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Nexis
10-25-2009, 05:03 PM
A basic cartographic question. How do I orient my compass rose? When I look at my map (which is just south of the equator) all the longitudes are curving to meet at the south pole. In my addled brain it seems to me I would orient the compass to follow one of the lines as it curves to the north. I'm certain I am totally wrong but it's something I can't seem to find any info on the webz. :?:

waldronate
10-25-2009, 05:08 PM
It depends on your cultural preferences for the map. Some cultures prefer South at the top of the map, some North, some East, etc. A modern map such as from a national mapping agency will often have a north marker that incorporates a true north and a magnetic north marker of some sort.

If the goal is to mark true north then your compass would align to the direction of true north at its location as you have surmised.

töff
10-25-2009, 08:07 PM
If you're concerned about the rose being "straight" and not really aligning meaningfully to the curvature of the lines of longitude, you can always warp the rose to match.

Why not post what you have? I'm SURE we'd all love to see it! (It's why we're here!)

Robbie
10-25-2009, 08:14 PM
I would think that if your map has lines on it that curve, then those lines are your markers and you wouldn't need a rose per se, as much as just a north pointer that is near a line.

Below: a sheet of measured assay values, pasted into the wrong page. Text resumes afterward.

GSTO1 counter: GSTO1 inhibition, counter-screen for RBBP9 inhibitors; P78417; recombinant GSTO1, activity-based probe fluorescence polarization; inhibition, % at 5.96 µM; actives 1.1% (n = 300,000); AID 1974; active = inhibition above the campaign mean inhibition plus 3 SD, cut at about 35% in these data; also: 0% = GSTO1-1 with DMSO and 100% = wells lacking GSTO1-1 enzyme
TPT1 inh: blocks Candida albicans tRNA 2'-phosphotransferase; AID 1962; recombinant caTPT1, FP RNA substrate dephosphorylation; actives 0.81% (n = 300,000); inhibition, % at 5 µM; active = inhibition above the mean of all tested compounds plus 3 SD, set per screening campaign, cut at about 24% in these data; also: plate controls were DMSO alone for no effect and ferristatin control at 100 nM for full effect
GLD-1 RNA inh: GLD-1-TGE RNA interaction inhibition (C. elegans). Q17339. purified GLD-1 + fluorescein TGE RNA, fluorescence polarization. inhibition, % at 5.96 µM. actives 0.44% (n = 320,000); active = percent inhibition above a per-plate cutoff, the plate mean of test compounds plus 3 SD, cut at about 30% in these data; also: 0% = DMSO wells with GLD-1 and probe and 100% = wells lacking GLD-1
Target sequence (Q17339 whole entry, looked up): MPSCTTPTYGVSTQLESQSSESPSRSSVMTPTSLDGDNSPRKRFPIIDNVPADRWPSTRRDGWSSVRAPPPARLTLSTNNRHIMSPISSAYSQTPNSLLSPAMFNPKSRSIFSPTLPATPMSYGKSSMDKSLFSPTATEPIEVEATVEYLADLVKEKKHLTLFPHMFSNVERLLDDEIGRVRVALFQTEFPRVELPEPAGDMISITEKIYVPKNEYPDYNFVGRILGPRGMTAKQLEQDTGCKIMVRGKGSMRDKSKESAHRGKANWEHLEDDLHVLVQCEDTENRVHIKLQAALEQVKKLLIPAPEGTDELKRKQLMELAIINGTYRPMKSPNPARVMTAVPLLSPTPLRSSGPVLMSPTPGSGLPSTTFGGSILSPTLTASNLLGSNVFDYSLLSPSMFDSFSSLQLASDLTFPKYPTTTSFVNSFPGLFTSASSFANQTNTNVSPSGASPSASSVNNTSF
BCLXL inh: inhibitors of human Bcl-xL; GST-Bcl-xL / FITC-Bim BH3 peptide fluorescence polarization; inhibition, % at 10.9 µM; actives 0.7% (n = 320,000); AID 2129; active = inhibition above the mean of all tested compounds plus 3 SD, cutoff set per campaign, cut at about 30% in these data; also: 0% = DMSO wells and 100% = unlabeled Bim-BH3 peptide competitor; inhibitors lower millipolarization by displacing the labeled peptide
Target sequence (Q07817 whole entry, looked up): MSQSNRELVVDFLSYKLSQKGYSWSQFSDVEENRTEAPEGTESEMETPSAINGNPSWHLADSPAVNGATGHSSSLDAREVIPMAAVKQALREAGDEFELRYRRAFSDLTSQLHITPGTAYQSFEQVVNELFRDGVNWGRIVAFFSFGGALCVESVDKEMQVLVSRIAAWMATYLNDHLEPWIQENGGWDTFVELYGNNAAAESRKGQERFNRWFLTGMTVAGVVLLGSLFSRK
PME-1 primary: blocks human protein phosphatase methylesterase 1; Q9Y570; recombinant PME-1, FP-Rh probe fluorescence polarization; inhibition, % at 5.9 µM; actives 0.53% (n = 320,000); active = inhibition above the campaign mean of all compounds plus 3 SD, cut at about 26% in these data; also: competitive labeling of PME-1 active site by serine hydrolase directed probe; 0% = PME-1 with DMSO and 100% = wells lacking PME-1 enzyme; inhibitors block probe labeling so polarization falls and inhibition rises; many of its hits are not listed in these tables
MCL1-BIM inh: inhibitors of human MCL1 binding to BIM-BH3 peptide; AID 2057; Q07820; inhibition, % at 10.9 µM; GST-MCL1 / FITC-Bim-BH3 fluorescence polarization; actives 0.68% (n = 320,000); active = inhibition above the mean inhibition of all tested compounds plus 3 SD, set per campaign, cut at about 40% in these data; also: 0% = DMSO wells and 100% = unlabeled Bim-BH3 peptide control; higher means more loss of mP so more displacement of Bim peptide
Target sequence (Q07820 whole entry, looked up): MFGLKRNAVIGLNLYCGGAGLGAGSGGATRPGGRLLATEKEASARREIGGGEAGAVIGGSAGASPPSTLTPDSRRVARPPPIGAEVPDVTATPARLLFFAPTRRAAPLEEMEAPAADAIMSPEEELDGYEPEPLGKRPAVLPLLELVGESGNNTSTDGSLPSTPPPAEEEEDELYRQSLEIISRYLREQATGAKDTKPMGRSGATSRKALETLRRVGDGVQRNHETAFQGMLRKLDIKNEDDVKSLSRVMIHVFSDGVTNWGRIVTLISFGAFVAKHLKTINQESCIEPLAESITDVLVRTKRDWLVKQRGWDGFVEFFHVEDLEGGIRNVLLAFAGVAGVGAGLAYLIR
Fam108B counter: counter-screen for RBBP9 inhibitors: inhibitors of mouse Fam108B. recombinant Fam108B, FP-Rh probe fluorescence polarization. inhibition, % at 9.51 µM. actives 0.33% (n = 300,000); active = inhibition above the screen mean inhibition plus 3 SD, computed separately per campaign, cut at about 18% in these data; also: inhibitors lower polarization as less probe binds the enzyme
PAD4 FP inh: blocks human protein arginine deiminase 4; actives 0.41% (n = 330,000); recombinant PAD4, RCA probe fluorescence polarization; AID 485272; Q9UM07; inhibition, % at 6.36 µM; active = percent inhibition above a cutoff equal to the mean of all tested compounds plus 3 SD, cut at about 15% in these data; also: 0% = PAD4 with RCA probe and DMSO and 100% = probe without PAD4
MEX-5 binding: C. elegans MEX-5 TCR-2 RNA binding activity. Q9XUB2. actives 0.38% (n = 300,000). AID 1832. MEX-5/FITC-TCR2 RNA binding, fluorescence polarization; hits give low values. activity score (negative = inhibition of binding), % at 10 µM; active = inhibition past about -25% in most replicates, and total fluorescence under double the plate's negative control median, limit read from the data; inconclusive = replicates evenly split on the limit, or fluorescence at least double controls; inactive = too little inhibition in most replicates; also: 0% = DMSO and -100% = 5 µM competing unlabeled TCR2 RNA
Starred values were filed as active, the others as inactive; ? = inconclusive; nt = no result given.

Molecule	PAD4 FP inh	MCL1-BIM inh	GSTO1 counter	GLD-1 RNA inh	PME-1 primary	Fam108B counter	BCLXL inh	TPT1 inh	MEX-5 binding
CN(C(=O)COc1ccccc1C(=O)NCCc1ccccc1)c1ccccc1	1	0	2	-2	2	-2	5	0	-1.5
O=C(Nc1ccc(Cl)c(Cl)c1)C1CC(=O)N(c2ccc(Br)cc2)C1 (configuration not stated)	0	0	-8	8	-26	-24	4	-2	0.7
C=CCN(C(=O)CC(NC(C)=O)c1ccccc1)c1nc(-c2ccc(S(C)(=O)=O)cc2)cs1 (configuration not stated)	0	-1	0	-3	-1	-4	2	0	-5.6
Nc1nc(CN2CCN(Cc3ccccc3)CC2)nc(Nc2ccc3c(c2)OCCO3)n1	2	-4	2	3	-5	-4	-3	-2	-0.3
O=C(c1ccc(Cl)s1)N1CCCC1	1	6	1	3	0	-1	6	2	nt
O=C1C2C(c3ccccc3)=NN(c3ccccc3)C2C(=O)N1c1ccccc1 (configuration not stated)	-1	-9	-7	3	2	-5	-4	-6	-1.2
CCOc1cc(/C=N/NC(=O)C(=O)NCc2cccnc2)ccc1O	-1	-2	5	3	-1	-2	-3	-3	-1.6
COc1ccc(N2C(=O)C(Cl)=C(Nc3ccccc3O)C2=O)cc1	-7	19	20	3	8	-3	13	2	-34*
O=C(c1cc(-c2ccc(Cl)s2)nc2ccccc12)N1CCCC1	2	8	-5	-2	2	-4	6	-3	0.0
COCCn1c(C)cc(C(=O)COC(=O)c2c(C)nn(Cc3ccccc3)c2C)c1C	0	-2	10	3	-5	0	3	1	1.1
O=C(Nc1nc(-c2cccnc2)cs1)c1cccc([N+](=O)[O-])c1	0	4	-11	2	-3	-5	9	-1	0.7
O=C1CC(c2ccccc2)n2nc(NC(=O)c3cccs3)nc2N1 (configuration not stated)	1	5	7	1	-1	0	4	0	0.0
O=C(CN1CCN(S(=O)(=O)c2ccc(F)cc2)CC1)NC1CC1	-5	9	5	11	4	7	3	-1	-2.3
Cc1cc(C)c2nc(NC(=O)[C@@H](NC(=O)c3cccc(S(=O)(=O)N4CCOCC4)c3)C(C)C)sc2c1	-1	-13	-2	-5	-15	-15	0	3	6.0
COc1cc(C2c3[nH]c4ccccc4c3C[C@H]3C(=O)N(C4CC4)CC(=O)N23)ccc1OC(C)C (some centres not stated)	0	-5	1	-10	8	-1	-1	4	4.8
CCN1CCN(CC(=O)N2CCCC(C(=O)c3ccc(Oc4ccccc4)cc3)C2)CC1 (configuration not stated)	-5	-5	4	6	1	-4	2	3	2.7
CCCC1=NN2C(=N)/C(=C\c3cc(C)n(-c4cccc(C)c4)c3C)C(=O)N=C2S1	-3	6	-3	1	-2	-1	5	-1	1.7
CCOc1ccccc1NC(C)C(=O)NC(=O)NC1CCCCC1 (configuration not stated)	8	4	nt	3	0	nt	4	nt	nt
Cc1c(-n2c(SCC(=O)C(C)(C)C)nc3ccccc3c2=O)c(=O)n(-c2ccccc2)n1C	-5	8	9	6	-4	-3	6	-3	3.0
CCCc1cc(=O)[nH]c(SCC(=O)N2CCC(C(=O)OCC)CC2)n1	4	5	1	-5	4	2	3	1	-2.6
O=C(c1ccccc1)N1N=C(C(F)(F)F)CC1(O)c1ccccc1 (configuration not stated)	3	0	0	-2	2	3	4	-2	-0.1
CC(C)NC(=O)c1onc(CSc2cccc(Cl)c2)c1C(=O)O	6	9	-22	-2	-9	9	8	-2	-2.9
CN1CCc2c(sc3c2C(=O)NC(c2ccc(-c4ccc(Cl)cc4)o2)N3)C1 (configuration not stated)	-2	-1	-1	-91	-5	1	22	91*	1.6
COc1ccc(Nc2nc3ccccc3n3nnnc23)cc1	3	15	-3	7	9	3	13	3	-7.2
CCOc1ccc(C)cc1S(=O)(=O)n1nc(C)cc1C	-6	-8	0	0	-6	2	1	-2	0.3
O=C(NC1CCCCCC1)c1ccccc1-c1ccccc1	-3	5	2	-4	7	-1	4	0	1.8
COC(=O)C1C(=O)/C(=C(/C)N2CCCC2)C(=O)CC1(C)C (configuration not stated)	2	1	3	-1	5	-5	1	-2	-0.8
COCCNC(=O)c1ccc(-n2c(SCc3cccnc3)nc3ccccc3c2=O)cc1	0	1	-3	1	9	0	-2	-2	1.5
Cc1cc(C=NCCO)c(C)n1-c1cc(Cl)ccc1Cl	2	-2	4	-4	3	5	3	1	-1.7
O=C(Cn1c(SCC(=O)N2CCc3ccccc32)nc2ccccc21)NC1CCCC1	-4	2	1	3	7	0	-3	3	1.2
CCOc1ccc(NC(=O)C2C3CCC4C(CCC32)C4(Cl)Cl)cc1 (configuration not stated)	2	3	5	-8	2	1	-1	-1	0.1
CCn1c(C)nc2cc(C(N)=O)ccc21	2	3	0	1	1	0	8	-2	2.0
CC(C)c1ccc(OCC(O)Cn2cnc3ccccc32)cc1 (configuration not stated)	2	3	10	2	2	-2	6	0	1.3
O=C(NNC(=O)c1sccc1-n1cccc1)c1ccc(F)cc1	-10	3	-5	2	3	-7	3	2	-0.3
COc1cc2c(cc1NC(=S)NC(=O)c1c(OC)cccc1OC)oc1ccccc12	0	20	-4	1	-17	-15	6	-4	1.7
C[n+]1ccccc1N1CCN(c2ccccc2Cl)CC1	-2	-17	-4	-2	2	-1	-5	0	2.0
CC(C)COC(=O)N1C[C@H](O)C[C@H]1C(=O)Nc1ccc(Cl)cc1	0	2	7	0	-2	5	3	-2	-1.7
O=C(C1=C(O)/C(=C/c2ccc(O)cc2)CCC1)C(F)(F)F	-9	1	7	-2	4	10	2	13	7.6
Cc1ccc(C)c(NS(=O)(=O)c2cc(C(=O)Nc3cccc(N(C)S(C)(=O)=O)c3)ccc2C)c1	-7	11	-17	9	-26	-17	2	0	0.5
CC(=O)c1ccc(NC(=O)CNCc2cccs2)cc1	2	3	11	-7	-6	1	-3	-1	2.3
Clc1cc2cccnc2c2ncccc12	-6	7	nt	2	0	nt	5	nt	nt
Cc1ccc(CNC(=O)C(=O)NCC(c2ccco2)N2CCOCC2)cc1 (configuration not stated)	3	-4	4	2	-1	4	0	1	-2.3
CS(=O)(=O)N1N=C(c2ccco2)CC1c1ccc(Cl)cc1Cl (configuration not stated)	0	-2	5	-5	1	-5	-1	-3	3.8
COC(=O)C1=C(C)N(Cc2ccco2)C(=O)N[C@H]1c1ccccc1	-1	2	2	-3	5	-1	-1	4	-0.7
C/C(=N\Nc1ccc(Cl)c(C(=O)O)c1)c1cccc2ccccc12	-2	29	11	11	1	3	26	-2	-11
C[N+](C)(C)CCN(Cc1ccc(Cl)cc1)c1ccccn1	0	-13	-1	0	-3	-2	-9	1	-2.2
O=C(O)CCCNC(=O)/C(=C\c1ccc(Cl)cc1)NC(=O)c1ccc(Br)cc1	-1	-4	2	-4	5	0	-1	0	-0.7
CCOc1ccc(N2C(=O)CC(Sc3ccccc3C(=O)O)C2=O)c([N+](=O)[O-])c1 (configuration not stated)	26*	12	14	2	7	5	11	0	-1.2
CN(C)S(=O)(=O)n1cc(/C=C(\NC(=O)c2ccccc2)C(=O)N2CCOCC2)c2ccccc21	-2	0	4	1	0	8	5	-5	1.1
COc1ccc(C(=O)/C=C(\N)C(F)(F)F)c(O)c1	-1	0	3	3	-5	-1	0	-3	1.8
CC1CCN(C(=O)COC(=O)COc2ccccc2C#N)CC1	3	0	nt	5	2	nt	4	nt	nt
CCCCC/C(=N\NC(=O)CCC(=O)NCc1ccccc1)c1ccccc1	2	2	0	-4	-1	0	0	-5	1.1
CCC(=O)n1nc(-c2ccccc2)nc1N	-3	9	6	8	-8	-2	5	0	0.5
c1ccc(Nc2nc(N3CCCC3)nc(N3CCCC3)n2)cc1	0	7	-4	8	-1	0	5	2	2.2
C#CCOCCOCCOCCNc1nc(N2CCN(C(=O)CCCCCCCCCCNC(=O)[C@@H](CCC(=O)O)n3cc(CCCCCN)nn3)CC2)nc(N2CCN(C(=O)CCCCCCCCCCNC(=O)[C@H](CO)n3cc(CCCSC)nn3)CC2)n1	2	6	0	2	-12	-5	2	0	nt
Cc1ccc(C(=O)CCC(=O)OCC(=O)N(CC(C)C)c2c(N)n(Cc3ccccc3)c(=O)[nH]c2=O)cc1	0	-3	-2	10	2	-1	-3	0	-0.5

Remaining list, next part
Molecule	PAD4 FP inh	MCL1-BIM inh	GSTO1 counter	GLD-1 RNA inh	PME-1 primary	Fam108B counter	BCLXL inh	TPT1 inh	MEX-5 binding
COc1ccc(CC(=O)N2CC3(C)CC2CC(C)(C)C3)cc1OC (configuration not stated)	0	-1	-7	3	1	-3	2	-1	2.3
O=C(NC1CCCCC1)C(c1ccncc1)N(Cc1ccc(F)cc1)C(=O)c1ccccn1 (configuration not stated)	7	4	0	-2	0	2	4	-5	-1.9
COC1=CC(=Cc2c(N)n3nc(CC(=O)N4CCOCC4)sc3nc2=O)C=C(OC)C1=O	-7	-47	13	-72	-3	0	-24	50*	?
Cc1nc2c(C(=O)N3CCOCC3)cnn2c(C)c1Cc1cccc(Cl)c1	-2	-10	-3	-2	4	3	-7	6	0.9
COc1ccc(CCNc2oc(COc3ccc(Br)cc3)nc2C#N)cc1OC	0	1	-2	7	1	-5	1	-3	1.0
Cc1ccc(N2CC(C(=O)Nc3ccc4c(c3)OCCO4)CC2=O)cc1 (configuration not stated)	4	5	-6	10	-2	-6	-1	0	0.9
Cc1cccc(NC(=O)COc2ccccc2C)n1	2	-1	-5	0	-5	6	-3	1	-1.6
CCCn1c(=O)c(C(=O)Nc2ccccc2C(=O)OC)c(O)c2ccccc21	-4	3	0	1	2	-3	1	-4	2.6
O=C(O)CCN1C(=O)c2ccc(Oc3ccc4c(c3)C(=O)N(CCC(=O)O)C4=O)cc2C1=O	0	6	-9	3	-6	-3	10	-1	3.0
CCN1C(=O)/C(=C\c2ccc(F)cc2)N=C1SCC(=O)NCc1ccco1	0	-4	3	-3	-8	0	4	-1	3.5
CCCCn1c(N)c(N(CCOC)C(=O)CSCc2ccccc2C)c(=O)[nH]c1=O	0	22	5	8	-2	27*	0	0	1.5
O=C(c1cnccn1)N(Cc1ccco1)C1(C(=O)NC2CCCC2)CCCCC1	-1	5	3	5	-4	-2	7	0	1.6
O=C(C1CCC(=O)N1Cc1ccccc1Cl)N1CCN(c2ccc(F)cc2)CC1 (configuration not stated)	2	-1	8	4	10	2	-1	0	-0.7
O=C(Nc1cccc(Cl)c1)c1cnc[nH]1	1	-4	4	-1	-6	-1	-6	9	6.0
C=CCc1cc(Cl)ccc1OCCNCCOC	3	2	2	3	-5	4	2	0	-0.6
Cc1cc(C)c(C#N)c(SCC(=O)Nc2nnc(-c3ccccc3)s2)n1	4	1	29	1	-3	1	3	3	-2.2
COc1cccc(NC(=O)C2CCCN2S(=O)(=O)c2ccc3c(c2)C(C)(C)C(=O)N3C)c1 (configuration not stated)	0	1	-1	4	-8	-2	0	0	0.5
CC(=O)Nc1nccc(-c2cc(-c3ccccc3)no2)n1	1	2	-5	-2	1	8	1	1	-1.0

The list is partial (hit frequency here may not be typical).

Nexis
10-25-2009, 09:14 PM
If you're concerned about the rose being "straight" and not really aligning meaningfully to the curvature of the lines of longitude, you can always warp the rose to match.

Why not post what you have? I'm SURE we'd all love to see it! (It's why we're here!)

OK this is what I have.

Hai-Etlik
10-25-2009, 09:14 PM
First, A rose is only for maps where the directions do not vary. That means either Mercator projection, or relatively large scale (Covering small areas).

If a line of constant bearing (Rhumb Line or Loxodrome) is not straight on your map, you can't use a rose.

A simple north arrow doesn't imply as much precision, but I'd still be leery about it. The graticule (The grid) by itself should be enough in most cases.

One thing that might work is to extend a meridian from the graticule and put an arrow on that to indicate north. Of course this depends on an edge at the north of the map. It would work for Winkel Tripel, or Lambert Conformal Conic, but not Polar Stereographic.

Nexis
10-25-2009, 09:26 PM
First, A rose is only for maps where the directions do not vary. That means either Mercator projection, or relatively large scale (Covering small areas).

If a line of constant bearing (Rhumb Line or Loxodrome) is not straight on your map, you can't use a rose.

A simple north arrow doesn't imply as much precision, but I'd still be leery about it. The graticule (The grid) by itself should be enough in most cases.

One thing that might work is to extend a meridian from the graticule and put an arrow on that to indicate north. Of course this depends on an edge at the north of the map. It would work for Winkel Tripel, or Lambert Conformal Conic, but not Polar Stereographic.

How about Lambert Azimuthal Equal-Area?

But so if I have my maps displaying a well marked Graticule I can use the rose as mostly decorative and not worry about direction?

Hai-Etlik